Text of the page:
Tensas Parish Detention Center workers threaten to strike over ‘poor working conditions’
TENSAS PARISH, La. (KNOE) - Tensas Parish Detention Center workers are airing out their grievances and threatening to go on strike after they claim their voices weren’t heard by higher-ups.
Officers submitted a letter to Sheriff Rickey Jones on Thursday, August 13. In the letter, they said that they previously expressed their concerns to the warden, assistant warden, a Human Resources Officer, and a major. Workers claim that “unfortunately the problems continued to persist resulting in unsafe working conditions, overworked employees, discrimination, and poor treatment of employees.”
Workers held a meeting with the Sheriff and other administrators on Friday, August 14. Workers expressed their concerns outlined in the letter which are:
1. Failure to quarantine COVID-19 positive inmates from the general population
2. Requiring employees who have tested positive for COVID-19, are still experiencing symptoms and have failed to provide negative test results to return to work
3. Poor sanitation throughout the facility, such as mold in the ice machine and failure to decontaminate working space between shifts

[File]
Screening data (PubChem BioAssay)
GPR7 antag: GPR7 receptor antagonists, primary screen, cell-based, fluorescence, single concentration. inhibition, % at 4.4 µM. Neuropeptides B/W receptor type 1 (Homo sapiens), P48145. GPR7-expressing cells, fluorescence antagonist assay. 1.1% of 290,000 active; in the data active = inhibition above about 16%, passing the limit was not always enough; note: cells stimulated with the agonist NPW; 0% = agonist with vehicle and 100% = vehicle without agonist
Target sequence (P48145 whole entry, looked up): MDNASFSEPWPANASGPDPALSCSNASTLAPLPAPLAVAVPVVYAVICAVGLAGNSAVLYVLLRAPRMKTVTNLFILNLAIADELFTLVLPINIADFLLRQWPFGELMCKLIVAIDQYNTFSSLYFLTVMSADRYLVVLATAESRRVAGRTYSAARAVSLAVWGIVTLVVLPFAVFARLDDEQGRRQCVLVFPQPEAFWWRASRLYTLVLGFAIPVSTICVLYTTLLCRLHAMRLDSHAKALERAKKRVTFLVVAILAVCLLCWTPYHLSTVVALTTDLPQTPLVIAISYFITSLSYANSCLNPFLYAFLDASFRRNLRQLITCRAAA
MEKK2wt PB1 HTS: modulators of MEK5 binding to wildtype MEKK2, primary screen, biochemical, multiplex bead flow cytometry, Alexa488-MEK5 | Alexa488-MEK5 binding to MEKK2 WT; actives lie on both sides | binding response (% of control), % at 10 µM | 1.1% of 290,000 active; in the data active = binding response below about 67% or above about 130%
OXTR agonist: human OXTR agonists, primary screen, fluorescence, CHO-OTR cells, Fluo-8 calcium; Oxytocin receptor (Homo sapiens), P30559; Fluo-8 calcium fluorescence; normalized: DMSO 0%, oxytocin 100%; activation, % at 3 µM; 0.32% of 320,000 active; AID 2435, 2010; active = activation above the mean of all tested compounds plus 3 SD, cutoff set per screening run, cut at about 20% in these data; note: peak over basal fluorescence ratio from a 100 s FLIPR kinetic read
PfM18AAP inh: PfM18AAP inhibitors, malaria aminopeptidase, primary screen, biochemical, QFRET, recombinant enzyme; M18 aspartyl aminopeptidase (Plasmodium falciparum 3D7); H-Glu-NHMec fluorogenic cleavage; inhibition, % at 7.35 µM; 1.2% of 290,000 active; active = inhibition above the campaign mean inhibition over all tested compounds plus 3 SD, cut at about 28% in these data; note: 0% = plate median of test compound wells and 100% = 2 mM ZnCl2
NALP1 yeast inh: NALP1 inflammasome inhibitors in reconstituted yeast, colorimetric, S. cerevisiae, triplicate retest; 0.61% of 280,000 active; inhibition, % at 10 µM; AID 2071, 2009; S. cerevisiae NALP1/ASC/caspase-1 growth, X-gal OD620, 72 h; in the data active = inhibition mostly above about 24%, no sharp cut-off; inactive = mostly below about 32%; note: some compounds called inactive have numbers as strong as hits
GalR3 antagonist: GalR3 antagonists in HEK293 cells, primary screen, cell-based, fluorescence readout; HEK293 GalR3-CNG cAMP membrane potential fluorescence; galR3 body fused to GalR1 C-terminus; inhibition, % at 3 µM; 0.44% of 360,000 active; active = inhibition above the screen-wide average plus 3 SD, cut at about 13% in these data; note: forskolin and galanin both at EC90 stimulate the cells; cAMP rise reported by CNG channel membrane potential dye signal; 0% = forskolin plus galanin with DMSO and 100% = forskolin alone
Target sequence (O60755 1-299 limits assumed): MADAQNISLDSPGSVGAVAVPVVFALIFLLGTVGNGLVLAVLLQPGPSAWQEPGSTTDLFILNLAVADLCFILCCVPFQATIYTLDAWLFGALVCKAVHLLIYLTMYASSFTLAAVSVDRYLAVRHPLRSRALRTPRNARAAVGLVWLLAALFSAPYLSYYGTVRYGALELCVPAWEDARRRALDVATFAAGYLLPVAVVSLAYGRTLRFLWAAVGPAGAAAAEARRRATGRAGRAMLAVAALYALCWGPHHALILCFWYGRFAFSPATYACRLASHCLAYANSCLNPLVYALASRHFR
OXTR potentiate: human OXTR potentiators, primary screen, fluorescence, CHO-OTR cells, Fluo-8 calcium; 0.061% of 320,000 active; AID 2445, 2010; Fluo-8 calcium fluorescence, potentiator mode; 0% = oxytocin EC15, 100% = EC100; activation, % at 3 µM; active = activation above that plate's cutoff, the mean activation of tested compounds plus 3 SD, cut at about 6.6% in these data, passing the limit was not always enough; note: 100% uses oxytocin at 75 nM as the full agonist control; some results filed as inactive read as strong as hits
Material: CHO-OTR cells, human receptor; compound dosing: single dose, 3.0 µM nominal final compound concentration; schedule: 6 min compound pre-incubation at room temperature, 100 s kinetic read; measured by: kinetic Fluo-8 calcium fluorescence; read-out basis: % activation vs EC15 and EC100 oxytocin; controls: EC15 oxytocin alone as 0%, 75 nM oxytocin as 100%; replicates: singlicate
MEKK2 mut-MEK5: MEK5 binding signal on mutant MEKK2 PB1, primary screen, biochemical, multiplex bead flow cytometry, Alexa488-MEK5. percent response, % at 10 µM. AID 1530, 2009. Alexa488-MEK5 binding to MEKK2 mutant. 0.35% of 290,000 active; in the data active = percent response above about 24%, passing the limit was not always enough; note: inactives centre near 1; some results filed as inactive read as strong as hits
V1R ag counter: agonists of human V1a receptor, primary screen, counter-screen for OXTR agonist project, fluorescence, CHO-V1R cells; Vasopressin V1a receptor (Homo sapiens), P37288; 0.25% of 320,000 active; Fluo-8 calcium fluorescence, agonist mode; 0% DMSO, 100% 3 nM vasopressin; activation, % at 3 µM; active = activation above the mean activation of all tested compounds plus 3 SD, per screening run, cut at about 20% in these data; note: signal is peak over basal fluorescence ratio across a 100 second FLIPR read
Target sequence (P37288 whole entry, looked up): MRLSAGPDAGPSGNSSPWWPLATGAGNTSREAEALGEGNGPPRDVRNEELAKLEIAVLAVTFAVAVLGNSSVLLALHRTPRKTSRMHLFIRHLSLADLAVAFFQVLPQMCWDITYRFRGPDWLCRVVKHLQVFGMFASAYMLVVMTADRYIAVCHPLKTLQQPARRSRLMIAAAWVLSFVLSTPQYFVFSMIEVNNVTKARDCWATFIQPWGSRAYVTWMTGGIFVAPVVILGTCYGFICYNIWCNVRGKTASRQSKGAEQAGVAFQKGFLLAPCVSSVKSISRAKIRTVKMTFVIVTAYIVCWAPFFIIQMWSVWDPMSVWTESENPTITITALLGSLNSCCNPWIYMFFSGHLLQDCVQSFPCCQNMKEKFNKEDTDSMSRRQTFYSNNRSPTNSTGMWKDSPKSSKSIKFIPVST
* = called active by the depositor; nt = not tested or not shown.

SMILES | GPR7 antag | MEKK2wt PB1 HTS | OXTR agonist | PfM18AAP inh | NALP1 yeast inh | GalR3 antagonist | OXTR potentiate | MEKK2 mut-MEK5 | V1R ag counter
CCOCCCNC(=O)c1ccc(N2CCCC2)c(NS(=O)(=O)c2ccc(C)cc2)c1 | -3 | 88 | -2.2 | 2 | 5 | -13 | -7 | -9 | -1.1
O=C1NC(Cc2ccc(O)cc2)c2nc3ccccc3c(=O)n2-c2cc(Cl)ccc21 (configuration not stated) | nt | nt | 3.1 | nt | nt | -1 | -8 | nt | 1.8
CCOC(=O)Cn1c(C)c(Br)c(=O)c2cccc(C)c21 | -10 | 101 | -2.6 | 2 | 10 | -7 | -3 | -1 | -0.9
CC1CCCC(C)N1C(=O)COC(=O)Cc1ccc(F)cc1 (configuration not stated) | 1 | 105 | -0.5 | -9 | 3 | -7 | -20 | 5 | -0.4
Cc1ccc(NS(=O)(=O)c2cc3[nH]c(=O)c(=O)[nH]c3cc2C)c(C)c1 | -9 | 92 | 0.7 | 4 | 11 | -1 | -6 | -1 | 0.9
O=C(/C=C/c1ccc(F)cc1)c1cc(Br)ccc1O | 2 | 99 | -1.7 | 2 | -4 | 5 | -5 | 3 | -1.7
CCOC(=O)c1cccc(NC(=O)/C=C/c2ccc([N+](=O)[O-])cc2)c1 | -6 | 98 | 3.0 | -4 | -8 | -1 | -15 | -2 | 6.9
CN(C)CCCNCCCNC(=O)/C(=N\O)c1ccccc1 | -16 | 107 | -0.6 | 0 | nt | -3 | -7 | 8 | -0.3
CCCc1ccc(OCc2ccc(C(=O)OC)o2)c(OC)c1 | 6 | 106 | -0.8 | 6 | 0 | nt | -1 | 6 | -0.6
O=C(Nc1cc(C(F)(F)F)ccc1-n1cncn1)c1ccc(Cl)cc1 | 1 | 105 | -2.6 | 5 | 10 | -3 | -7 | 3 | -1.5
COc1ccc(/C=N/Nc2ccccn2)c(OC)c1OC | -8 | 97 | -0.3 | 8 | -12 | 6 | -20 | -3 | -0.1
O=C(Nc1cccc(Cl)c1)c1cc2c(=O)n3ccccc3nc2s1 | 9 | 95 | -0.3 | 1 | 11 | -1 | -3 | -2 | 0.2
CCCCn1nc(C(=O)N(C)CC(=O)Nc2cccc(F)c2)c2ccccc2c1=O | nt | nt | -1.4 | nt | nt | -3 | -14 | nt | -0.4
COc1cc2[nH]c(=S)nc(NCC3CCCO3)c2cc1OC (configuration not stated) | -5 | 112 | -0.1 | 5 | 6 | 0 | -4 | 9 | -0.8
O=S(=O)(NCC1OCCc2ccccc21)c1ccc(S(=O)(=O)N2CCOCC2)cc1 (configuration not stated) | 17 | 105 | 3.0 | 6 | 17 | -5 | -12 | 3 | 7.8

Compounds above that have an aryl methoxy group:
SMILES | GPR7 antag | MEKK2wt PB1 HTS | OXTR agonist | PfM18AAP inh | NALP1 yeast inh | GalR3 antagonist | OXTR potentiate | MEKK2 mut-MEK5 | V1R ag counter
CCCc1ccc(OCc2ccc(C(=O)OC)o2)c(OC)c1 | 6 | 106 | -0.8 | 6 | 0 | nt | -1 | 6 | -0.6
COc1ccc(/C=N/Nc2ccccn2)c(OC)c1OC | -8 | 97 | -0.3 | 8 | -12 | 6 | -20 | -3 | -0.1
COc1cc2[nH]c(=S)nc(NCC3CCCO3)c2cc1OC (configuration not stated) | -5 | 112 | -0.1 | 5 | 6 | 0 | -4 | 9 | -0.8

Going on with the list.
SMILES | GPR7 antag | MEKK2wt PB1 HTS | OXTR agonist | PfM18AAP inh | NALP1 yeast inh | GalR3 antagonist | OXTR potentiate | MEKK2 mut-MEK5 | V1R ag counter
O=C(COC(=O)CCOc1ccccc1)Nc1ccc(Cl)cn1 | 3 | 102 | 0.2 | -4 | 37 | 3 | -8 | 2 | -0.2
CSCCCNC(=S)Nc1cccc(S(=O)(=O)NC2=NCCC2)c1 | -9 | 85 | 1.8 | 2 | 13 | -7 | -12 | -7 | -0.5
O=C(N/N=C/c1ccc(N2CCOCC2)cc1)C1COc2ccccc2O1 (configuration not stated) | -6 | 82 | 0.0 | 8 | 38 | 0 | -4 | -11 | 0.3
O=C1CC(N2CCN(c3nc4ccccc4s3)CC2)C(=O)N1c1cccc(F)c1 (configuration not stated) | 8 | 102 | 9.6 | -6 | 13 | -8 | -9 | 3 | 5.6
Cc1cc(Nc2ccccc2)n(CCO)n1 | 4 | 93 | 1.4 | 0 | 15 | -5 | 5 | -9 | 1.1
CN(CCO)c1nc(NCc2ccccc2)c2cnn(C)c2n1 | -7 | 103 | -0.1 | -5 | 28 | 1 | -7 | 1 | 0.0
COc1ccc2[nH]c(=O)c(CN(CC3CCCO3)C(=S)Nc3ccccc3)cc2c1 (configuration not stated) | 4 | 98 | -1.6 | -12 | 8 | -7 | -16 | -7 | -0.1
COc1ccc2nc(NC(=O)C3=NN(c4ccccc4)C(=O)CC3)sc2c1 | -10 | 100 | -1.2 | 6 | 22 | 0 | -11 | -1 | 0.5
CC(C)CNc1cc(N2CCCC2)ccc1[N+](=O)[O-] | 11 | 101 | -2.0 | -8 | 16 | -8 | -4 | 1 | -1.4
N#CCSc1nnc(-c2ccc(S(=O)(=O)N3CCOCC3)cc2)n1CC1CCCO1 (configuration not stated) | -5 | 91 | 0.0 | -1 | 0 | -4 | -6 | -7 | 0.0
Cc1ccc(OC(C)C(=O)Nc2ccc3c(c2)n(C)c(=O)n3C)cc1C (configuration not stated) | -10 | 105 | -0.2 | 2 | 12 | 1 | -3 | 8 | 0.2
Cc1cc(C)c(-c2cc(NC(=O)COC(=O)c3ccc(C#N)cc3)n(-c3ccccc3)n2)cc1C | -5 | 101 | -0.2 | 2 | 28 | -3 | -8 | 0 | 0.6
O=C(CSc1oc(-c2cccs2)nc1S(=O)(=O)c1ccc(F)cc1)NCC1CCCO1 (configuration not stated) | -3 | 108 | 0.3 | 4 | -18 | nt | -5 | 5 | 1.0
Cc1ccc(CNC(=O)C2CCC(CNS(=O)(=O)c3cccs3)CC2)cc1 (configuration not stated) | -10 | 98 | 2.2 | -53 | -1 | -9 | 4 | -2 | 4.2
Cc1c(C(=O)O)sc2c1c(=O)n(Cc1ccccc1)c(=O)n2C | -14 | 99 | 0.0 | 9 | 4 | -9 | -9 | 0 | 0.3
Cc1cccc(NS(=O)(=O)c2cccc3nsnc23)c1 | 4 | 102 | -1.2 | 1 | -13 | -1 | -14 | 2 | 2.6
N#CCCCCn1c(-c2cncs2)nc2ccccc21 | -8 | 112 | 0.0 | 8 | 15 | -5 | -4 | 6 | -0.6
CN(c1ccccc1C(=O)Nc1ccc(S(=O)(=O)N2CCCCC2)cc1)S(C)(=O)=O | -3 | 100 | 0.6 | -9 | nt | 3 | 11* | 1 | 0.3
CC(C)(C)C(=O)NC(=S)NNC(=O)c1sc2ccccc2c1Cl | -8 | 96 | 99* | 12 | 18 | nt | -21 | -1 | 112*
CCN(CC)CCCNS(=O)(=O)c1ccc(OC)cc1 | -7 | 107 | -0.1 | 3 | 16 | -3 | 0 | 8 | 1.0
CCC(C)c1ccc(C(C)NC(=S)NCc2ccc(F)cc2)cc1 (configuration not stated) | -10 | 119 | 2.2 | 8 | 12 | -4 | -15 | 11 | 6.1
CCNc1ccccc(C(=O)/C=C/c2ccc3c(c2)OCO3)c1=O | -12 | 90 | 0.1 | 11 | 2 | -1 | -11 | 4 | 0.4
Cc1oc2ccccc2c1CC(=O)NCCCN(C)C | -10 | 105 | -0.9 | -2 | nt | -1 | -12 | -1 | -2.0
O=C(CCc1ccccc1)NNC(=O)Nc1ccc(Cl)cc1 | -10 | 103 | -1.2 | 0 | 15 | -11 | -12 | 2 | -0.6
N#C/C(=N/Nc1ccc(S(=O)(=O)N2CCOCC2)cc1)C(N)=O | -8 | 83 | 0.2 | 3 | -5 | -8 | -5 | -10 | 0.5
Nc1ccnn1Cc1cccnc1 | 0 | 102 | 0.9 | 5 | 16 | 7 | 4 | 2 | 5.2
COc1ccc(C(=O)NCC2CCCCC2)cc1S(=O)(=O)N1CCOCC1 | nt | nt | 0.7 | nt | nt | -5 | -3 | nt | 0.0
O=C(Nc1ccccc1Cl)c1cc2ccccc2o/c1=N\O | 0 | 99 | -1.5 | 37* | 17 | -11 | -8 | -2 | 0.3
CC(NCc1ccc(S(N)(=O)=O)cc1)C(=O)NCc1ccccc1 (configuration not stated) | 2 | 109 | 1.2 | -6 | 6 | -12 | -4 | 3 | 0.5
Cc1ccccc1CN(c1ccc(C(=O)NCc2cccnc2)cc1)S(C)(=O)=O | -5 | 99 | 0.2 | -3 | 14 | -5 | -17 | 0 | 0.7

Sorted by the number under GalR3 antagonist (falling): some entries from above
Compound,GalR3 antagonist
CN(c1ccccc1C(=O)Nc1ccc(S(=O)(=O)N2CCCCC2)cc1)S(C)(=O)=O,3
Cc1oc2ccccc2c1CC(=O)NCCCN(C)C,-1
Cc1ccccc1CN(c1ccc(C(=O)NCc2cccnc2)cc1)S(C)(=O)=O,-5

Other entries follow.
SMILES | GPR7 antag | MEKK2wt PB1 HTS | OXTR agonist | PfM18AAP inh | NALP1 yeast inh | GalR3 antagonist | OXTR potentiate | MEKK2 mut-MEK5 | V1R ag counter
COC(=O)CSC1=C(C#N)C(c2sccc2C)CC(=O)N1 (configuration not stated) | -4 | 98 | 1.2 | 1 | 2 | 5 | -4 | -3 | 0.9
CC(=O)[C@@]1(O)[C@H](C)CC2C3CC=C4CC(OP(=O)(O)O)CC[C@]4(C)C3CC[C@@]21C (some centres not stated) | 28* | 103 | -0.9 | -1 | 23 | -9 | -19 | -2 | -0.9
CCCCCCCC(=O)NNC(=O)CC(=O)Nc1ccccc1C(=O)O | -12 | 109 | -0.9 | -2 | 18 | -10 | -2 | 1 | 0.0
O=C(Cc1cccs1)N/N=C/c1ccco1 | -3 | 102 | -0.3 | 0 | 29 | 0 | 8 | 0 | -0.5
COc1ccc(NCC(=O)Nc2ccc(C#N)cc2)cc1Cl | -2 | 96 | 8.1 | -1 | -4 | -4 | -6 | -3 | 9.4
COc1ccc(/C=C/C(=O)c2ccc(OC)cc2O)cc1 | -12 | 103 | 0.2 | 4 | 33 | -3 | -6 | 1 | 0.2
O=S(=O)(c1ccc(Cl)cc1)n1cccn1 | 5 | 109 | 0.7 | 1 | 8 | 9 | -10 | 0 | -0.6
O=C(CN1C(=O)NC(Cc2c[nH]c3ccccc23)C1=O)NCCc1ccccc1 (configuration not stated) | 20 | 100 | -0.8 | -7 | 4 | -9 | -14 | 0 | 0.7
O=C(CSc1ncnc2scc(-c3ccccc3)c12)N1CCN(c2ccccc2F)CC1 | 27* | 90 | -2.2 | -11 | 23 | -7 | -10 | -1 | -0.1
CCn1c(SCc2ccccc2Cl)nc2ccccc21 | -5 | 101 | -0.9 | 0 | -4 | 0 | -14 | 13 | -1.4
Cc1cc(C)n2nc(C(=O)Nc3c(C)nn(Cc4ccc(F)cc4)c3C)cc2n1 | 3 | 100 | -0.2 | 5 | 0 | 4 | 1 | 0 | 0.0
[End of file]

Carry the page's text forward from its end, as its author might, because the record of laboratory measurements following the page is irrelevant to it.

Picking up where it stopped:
4. Poor working conditions, such as lack of air conditioning in areas of the facility
5. Understaffed shifts
6. Failure to provide mandatory meal breaks following state and federal laws
7. Failure to provide adequate downtime of 6 to 8 hours as required for officers working more than 16 hours shifts
8. Discrimination based on traits historically associated with race, including hair texture, hair type, and protective hairstyles such as braids, locks, and twists
9. Failure to follow the Center of Disease Control workplace guidelines as it relates to COVID-19.
One officer, who is black, claimed that she was suspended after being told that her naturally sandy colored hair violated the facility’s handbook. She claims that the warden told her that her hair was supposed to be black. Another officer claims that a woman was fired for her “mini twists” hairstyle because they were told it violated the same handbook. They also said the warden constantly changed the handbook prior to the person being fired.
Workers initially said that they would strike if a resolution was not met. A worker claims that they were told that “smaller things” would be worked out and that there have been quotes placed for the air conditioning. They also said they were promised pay raises in March but still have not received them. Workers said that are re-evaluating the strike and also considering calling state officials for the next steps.
KNOE reached out to the warden for comment who referred us to the Sheriff’s Office. We called and emailed the office asking about the outcome of the meeting and the next steps. We have not received a response at the writing of this article.
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